Missed anniversaries

We’ve all missed anniversaries – weddings, birthdays, mothers’ day etc.  In our personal lives the worst that happens (although bad enough!) are angry or upset relatives or friends but in the business world the outcomes can be a lot worse (at least in financial or operational terms).

Much of our time is spent dealing with the consequences of what happens where a key anniversary date has been missed – which could mean the date when a lease reaches its end date or when the tenant has to exercise an option to extend a lease early but failed to take the required action.  In most cases, what has been forgotten about is the need to send a notice to the other party to the contract or lease; for example, a lease does not end automatically on the stated date but continues to remain in force for a period of up to one year in the absence of a valid notice.  Whoever has forgotten to address these will not only endure the ire of their work colleagues, but, more importantly, the business may be at risk of serious problems by having the unexpected financial cost of an extra year’s rent or worse or the operational difficulty of being unable to recover occupation of a property from a tenant.

Worse is if you have actually remembered the key anniversary but not sent the correct type of notice.  Here, there really is no parallel with the non-business world – most people are grateful to have been remembered at all and will overlook the unfunny or mildly offensive joke inside the card.  In business, though, sending the wrong type of notice is just as bad as forgetting the anniversary in the first place.  So, for example, if a person has remembered to serve a notice but sent it to the wrong address, the notice may be ineffective.  Or, if it has been sent by ordinary post but it was a requirement of the contract that the notice be sent by special recorded delivery, the notice will equally be ineffective.  Or, more recently, a court has decided that even where a tenant given to the landlord a notice to end a lease early and the notice was validly served, the tenant’s erroneous underpayment of rent to the landlord invalidated that notice.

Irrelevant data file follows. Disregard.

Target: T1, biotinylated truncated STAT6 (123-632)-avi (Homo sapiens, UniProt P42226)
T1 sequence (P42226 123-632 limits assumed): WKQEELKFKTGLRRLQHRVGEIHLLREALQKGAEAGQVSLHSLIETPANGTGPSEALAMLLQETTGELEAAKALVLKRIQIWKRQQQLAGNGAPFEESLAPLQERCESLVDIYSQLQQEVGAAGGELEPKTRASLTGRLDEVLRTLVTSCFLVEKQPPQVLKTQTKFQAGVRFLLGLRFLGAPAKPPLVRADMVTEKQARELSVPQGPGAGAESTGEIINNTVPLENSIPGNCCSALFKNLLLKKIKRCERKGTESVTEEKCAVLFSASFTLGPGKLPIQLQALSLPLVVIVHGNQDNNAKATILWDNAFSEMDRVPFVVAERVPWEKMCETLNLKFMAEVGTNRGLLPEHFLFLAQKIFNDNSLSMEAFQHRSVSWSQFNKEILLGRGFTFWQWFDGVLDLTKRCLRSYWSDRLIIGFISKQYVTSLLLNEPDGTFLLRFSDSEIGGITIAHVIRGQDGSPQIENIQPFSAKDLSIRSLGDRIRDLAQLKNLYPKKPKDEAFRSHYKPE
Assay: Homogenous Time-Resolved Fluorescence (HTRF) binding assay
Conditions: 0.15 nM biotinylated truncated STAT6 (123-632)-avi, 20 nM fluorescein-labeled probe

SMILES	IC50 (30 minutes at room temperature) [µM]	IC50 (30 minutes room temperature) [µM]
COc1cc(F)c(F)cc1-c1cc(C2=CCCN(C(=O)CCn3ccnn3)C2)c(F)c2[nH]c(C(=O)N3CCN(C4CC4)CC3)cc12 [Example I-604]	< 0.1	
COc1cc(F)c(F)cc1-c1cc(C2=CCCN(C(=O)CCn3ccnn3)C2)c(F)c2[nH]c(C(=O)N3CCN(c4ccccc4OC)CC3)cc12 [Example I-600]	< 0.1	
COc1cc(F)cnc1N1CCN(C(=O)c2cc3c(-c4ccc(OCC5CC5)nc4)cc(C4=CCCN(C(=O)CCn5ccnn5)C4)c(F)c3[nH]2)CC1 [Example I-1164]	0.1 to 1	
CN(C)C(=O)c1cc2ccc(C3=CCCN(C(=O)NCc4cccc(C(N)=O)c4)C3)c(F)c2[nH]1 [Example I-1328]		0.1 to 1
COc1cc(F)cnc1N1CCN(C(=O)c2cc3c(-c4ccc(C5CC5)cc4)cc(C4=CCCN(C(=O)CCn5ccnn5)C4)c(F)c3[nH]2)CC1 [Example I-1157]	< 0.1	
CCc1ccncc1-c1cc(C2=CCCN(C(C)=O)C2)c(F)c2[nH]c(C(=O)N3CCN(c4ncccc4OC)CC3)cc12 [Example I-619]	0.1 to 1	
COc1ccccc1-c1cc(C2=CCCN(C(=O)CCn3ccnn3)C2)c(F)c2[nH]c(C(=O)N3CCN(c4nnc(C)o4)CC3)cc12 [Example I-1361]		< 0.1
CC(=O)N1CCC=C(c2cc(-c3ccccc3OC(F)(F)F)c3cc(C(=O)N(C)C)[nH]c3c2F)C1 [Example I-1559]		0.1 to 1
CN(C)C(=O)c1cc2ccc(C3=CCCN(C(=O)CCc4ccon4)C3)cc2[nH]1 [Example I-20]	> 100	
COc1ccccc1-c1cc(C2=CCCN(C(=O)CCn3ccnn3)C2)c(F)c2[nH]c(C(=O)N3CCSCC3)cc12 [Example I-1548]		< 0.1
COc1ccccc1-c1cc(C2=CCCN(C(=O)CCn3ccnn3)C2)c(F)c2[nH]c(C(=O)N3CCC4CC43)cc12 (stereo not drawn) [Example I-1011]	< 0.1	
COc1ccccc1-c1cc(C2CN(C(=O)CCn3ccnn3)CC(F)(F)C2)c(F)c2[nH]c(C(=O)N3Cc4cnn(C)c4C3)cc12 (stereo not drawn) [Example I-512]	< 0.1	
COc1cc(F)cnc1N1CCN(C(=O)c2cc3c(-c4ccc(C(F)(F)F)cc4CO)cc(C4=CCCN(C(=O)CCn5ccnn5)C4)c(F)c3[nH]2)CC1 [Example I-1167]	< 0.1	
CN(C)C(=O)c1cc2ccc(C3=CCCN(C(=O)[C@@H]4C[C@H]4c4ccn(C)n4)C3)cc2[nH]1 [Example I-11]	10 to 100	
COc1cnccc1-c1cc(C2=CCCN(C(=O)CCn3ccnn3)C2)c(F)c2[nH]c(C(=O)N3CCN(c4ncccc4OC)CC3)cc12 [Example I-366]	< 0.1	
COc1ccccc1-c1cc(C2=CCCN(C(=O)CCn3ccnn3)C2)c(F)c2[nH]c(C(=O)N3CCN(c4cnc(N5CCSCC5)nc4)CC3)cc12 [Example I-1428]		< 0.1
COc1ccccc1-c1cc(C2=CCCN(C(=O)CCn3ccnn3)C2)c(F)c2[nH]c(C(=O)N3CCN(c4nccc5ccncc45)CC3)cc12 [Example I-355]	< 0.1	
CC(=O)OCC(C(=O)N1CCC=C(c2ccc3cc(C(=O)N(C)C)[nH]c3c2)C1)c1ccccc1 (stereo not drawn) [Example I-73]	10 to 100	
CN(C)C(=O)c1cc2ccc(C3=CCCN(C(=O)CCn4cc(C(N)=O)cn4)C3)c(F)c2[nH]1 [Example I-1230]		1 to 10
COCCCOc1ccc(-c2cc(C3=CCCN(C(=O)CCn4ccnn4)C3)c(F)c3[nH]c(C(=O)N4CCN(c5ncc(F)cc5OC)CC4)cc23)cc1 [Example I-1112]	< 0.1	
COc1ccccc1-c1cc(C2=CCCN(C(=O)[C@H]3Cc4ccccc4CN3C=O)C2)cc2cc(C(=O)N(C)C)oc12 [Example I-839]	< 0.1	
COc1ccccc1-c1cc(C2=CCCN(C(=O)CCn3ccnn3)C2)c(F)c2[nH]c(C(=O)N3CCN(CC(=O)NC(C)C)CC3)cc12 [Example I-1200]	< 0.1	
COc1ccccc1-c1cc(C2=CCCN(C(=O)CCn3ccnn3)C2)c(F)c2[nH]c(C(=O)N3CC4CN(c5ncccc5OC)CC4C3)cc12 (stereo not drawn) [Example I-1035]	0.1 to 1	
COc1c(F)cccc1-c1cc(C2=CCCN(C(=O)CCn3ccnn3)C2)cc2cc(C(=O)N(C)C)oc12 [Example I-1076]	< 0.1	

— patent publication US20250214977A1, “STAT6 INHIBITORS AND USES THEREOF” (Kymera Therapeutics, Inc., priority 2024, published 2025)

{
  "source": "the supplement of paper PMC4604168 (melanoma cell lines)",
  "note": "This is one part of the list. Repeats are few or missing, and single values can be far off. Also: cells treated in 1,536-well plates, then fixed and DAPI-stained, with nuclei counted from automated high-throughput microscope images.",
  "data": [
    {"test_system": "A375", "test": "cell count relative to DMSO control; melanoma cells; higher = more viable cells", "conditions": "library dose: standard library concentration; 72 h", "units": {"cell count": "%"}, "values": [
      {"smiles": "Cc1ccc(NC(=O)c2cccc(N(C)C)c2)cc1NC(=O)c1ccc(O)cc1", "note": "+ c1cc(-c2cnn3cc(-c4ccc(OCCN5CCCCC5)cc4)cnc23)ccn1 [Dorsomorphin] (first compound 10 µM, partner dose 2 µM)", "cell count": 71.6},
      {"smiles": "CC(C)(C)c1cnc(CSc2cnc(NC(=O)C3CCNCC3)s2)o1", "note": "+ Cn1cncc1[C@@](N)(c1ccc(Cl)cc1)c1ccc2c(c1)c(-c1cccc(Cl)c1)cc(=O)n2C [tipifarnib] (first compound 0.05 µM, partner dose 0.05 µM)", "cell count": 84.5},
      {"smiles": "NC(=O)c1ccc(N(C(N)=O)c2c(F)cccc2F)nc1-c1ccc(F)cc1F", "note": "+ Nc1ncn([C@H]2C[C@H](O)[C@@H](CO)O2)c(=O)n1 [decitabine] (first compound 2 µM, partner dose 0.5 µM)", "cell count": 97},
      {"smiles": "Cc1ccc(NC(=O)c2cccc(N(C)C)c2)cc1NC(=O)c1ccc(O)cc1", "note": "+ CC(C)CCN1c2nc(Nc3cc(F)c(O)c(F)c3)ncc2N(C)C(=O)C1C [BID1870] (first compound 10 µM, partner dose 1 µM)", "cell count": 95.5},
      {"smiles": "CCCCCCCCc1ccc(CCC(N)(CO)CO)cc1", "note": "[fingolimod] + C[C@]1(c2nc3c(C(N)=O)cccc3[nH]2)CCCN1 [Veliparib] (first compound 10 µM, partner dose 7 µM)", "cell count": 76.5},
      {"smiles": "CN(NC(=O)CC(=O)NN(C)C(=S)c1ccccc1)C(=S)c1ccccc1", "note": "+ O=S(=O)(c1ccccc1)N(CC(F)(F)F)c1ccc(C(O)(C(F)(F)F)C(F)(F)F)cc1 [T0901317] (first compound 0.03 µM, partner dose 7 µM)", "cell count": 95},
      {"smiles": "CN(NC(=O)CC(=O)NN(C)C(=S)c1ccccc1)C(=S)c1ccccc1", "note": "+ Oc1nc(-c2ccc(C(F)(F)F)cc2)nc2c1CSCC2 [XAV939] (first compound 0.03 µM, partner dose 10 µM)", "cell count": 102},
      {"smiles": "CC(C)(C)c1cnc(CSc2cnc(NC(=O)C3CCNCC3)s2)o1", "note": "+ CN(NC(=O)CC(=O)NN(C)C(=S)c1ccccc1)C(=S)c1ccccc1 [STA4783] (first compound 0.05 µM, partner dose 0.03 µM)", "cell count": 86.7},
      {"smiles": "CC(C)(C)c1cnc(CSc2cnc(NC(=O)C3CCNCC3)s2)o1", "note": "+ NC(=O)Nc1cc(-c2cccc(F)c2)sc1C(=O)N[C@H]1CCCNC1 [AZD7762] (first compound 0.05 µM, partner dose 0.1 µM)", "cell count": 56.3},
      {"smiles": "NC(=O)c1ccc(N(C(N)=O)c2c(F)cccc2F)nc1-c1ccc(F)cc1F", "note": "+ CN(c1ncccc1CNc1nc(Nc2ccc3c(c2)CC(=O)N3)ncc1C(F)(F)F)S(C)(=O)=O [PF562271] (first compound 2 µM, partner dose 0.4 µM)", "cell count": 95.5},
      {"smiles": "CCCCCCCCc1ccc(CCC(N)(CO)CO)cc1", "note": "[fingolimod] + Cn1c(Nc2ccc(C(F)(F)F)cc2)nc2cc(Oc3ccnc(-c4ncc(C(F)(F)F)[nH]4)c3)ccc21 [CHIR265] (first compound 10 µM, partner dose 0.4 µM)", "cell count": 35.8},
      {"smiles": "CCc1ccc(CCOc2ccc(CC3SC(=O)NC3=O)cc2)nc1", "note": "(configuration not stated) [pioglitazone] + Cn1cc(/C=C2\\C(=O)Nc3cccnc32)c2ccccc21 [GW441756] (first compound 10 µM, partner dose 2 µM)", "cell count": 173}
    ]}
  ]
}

The lesson from this is:

  • don’t forget key anniversaries
  • diary ahead not just the anniversary date but also the last possible date for when you must take action
  • where there are major financial implications of getting the notice wrong, don’t scrimp on costs but get the notice sent in the correct legal form and sent on time.

Lastly, what can a person do who has either failed to send a notice or has sent one but it is invalid?  In some cases, it will simply be too late to be able to fix the problem.  There are, though, certain cases in which the problem can be fixed, although it will take some time and effort to fix it.  Please get in touch with us if you are in the unfortunate position of having forgotten one of these key anniversaries and we’ll do our best to help put things right.

Michael Dewar is an experienced commercial property solicitor providing expert advice and assistance to landlords and tenants in Fife, Edinburgh and across Scotland.